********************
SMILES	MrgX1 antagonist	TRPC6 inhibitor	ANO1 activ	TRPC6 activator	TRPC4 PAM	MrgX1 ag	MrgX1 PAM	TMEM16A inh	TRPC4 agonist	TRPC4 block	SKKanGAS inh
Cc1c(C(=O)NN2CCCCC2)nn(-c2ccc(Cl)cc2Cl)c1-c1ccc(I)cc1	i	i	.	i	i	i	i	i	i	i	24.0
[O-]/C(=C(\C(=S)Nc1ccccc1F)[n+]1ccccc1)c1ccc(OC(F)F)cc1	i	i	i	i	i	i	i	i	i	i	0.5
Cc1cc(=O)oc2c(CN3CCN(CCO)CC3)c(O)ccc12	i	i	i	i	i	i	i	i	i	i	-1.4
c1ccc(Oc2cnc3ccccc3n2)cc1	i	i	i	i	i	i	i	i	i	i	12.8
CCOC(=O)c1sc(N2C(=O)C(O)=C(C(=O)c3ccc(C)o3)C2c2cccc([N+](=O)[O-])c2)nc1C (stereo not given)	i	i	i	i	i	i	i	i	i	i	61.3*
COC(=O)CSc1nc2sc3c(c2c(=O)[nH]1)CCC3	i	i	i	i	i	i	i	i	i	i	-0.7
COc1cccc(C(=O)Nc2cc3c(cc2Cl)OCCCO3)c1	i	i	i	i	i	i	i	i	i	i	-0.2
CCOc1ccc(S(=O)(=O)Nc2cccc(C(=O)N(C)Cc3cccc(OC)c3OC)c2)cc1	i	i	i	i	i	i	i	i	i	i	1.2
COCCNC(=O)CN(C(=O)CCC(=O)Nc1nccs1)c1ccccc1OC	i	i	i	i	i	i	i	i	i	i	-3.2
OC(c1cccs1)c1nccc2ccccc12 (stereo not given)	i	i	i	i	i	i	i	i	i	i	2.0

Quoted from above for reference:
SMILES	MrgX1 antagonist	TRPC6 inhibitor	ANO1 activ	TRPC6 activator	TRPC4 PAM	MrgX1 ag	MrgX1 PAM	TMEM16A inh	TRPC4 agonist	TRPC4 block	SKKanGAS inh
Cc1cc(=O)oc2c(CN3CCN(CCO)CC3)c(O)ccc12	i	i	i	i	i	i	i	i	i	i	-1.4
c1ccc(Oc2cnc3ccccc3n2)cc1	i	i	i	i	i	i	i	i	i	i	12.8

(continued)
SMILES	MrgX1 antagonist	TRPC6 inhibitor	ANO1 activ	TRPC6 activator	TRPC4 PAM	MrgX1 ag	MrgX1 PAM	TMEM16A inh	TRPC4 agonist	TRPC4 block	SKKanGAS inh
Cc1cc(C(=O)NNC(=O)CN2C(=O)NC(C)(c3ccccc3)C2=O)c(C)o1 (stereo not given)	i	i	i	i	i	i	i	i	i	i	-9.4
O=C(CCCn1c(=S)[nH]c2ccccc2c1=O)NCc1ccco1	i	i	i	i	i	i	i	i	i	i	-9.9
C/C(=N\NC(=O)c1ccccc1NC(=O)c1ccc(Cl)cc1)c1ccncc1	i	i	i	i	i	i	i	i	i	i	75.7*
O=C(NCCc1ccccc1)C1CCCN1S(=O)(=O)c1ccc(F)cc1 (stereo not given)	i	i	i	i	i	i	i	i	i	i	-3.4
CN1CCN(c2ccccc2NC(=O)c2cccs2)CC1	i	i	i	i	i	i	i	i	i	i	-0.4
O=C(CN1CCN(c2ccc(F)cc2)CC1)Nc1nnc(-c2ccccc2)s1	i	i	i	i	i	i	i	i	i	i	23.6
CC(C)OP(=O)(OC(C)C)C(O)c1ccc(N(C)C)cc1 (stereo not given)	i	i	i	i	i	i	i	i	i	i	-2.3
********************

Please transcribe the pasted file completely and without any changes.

SMILES	MrgX1 antagonist	TRPC6 inhibitor	ANO1 activ	TRPC6 activator	TRPC4 PAM	MrgX1 ag	MrgX1 PAM	TMEM16A inh	TRPC4 agonist	TRPC4 block	SKKanGAS inh
Cc1c(C(=O)NN2CCCCC2)nn(-c2ccc(Cl)cc2Cl)c1-c1ccc(I)cc1	i	i	.	i	i	i	i	i	i	i	24.0
[O-]/C(=C(\C(=S)Nc1ccccc1F)[n+]1ccccc1)c1ccc(OC(F)F)cc1	i	i	i	i	i	i	i	i	i	i	0.5
Cc1cc(=O)oc2c(CN3CCN(CCO)CC3)c(O)ccc12	i	i	i	i	i	i	i	i	i	i	-1.4
c1ccc(Oc2cnc3ccccc3n2)cc1	i	i	i	i	i	i	i	i	i	i	12.8
CCOC(=O)c1sc(N2C(=O)C(O)=C(C(=O)c3ccc(C)o3)C2c2cccc([N+](=O)[O-])c2)nc1C (stereo not given)	i	i	i	i	i	i	i	i	i	i	61.3*
COC(=O)CSc1nc2sc3c(c2c(=O)[nH]1)CCC3	i	i	i	i	i	i	i	i	i	i	-0.7
COc1cccc(C(=O)Nc2cc3c(cc2Cl)OCCCO3)c1	i	i	i	i	i	i	i	i	i	i	-0.2
CCOc1ccc(S(=O)(=O)Nc2cccc(C(=O)N(C)Cc3cccc(OC)c3OC)c2)cc1	i	i	i	i	i	i	i	i	i	i	1.2
COCCNC(=O)CN(C(=O)CCC(=O)Nc1nccs1)c1ccccc1OC	i	i	i	i	i	i	i	i	i	i	-3.2
OC(c1cccs1)c1nccc2ccccc12 (stereo not given)	i	i	i	i	i	i	i	i	i	i	2.0

Quoted from above for reference:
SMILES	MrgX1 antagonist	TRPC6 inhibitor	ANO1 activ	TRPC6 activator	TRPC4 PAM	MrgX1 ag	MrgX1 PAM	TMEM16A inh	TRPC4 agonist	TRPC4 block	SKKanGAS inh
Cc1cc(=O)oc2c(CN3CCN(CCO)CC3)c(O)ccc12	i	i	i	i	i	i	i	i	i	i	-1.4
c1ccc(Oc2cnc3ccccc3n2)cc1	i	i	i	i	i	i	i	i	i	i	12.8

(continued)
SMILES	MrgX1 antagonist	TRPC6 inhibitor	ANO1 activ	TRPC6 activator	TRPC4 PAM	MrgX1 ag	MrgX1 PAM	TMEM16A inh	TRPC4 agonist	TRPC4 block	SKKanGAS inh
Cc1cc(C(=O)NNC(=O)CN2C(=O)NC(C)(c3ccccc3)C2=O)c(C)o1 (stereo not given)	i	i	i	i	i	i	i	i	i	i	-9.4
O=C(CCCn1c(=S)[nH]c2ccccc2c1=O)NCc1ccco1	i	i	i	i	i	i	i	i	i	i	-9.9
C/C(=N\NC(=O)c1ccccc1NC(=O)c1ccc(Cl)cc1)c1ccncc1	i	i	i	i	i	i	i	i	i	i	75.7*
O=C(NCCc1ccccc1)C1CCCN1S(=O)(=O)c1ccc(F)cc1 (stereo not given)	i	i	i	i	i	i	i	i	i	i	-3.4
CN1CCN(c2ccccc2NC(=O)c2cccs2)CC1	i	i	i	i	i	i	i	i	i	i	-0.4
O=C(CN1CCN(c2ccc(F)cc2)CC1)Nc1nnc(-c2ccccc2)s1	i	i	i	i	i	i	i	i	i	i	23.6
CC(C)OP(=O)(OC(C)C)C(O)c1ccc(N(C)C)cc1 (stereo not given)	i	i	i	i	i	i	i	i	i	i	-2.3